Saturday, November 22, 2008

The Unseen Antarctica's Beauty

After waiting for over two weeks for his mate to return from the sea and relieve him of nest duty, this Adelie penguin's hunger helps him make the decision to abandon his egg in search of fish and krill in the sea. Photo taken December 12, 2002. Known populations of the Adelie penguin have dropped by 65% over the past 25 years.

A killer whale (viewed from above) swims amid floating ice in the Ross Sea in January of 2005. Researchers from the National Oceanic and Atmospheric Administration (NOAA) Southwest Fisheries Science Center were studying the whales to determine if there are three separate species of Antarctic killer whales.


Palmer Station seen from the ocean on June 10, 2006. Palmer Station is the smallest of the three U.S. Antarctic Program research stations, located on Anvers Island, near the Antarctic Peninsula.


A molting emperor penguin seen on January 3, 2007.

Sculptured iceberg in North Bay, Rothera Point, Adelaide Island, Antarctica.

The Calkin Glacier, seen on November, 2003. The glacier is located in the Taylor Valley in Victoria Land, named for Parker Calkin, US Antarctic Program geologist who conducted research in the area during the 1960-61 and 1961-62 field seasons.

The aurora australis over the Dark Sector at Amundsen-Scott South Pole Station on June 3, 2008. The Dark Sector is so-named due to the absence of light and radio wave interfence. The bright spot above the ground shield in the foreground is Jupiter. The white streaks of light going up are the Milky Way.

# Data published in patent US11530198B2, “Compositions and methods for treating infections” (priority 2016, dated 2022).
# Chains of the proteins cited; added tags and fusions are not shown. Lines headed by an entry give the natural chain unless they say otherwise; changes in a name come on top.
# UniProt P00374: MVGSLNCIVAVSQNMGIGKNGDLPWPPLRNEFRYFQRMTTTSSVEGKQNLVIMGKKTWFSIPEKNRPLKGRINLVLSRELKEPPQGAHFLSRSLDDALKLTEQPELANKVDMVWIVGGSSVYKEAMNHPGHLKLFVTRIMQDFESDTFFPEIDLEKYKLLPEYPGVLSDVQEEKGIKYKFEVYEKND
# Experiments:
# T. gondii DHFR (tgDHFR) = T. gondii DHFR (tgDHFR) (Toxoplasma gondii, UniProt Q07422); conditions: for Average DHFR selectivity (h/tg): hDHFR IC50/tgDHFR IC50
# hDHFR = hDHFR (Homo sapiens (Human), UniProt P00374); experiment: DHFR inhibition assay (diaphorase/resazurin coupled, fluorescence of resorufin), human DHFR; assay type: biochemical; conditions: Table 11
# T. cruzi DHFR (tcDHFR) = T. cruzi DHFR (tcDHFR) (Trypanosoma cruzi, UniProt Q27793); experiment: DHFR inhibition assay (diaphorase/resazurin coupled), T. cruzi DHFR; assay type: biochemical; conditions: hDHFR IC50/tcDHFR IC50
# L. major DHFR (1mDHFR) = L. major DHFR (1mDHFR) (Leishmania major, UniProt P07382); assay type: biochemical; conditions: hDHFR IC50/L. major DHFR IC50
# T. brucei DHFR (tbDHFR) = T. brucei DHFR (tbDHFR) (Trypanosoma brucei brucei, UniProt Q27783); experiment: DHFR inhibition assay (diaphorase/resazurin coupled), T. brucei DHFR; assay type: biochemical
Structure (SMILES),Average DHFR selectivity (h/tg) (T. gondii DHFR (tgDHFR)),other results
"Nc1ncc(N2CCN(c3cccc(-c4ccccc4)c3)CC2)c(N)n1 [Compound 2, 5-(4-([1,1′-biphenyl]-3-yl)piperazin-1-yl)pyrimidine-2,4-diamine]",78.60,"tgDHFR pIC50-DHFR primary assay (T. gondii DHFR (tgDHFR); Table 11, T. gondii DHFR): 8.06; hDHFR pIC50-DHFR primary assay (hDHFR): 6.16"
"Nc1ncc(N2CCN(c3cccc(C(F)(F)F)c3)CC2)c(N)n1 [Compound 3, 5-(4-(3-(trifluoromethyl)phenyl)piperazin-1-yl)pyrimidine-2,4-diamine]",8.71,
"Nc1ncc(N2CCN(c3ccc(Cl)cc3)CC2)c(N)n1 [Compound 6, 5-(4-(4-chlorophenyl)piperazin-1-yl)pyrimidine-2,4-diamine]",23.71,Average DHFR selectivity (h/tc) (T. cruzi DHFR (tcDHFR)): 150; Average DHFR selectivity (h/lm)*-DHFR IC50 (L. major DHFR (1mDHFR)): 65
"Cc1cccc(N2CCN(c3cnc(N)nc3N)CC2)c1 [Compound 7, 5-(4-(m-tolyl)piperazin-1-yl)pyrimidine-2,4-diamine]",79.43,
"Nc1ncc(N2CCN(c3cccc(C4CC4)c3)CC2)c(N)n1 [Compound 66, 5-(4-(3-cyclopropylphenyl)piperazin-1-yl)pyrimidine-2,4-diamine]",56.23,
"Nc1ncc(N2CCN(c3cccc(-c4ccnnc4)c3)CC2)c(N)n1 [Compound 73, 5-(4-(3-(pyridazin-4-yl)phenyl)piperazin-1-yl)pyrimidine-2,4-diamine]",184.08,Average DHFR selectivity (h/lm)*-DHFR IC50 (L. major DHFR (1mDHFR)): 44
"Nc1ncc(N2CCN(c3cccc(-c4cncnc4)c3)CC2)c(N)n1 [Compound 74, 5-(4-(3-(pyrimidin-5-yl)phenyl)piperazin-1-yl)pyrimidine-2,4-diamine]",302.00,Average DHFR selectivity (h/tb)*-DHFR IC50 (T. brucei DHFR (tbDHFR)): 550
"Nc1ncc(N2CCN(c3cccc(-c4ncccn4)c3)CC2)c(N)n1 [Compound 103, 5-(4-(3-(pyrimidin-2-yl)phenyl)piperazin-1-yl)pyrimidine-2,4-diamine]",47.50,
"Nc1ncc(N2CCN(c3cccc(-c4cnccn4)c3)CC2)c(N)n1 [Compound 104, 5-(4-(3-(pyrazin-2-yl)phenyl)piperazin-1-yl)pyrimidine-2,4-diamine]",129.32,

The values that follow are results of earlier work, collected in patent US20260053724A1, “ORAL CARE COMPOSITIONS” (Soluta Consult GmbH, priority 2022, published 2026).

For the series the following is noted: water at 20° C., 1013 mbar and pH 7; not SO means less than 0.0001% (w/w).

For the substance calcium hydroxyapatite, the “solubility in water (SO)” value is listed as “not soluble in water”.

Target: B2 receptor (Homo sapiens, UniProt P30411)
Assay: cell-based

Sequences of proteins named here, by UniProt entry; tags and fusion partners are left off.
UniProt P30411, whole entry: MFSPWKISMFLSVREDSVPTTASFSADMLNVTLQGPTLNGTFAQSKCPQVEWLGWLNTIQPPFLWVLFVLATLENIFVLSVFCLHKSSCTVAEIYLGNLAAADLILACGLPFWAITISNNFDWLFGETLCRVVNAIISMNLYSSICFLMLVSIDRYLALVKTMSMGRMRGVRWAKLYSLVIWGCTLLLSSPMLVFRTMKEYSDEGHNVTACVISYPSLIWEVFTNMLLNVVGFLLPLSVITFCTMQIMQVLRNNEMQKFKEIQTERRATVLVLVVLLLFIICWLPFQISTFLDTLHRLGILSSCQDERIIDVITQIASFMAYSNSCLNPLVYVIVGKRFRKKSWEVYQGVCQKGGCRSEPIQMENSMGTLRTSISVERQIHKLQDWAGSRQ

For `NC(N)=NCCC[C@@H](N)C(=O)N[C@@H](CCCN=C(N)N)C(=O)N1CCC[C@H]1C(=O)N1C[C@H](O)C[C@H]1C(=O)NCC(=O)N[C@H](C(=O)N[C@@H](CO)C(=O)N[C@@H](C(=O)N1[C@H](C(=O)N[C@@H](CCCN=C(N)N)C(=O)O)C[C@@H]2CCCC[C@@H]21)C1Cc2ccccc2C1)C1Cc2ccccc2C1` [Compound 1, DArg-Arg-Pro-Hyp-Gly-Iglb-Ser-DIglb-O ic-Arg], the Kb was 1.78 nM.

Penguins on a massive iceberg near the Antarctic Peninsula on November 28, 2003.

Nacreous clouds near McMurdo, Ross Island, Antarctica on August 28, 2004. These polar stratospheric clouds at 80,000 feet are the highest of all clouds. They only occur in the polar regions when the stratospheric temperature dips below 100 degrees below zero Fahrenheit. They are also the site of chemical reactions that break down ozone in the upper atmosphere and contribute to the creation of the ozone hole above Antarctica.

A balancing stone seen on the Dufek Massif in the Pensacola Mountains of Antarctica on January 18, 2007.

An aurora over the Elevated Station at Amundsen-Scott South Pole Station on July 16, 2008.

The northern edge of the giant iceberg B-15A seen on January 29, 2001.

A view of the Antarctic coast from the Research Vessel NATHANIEL B. PALMER in April of 2007.

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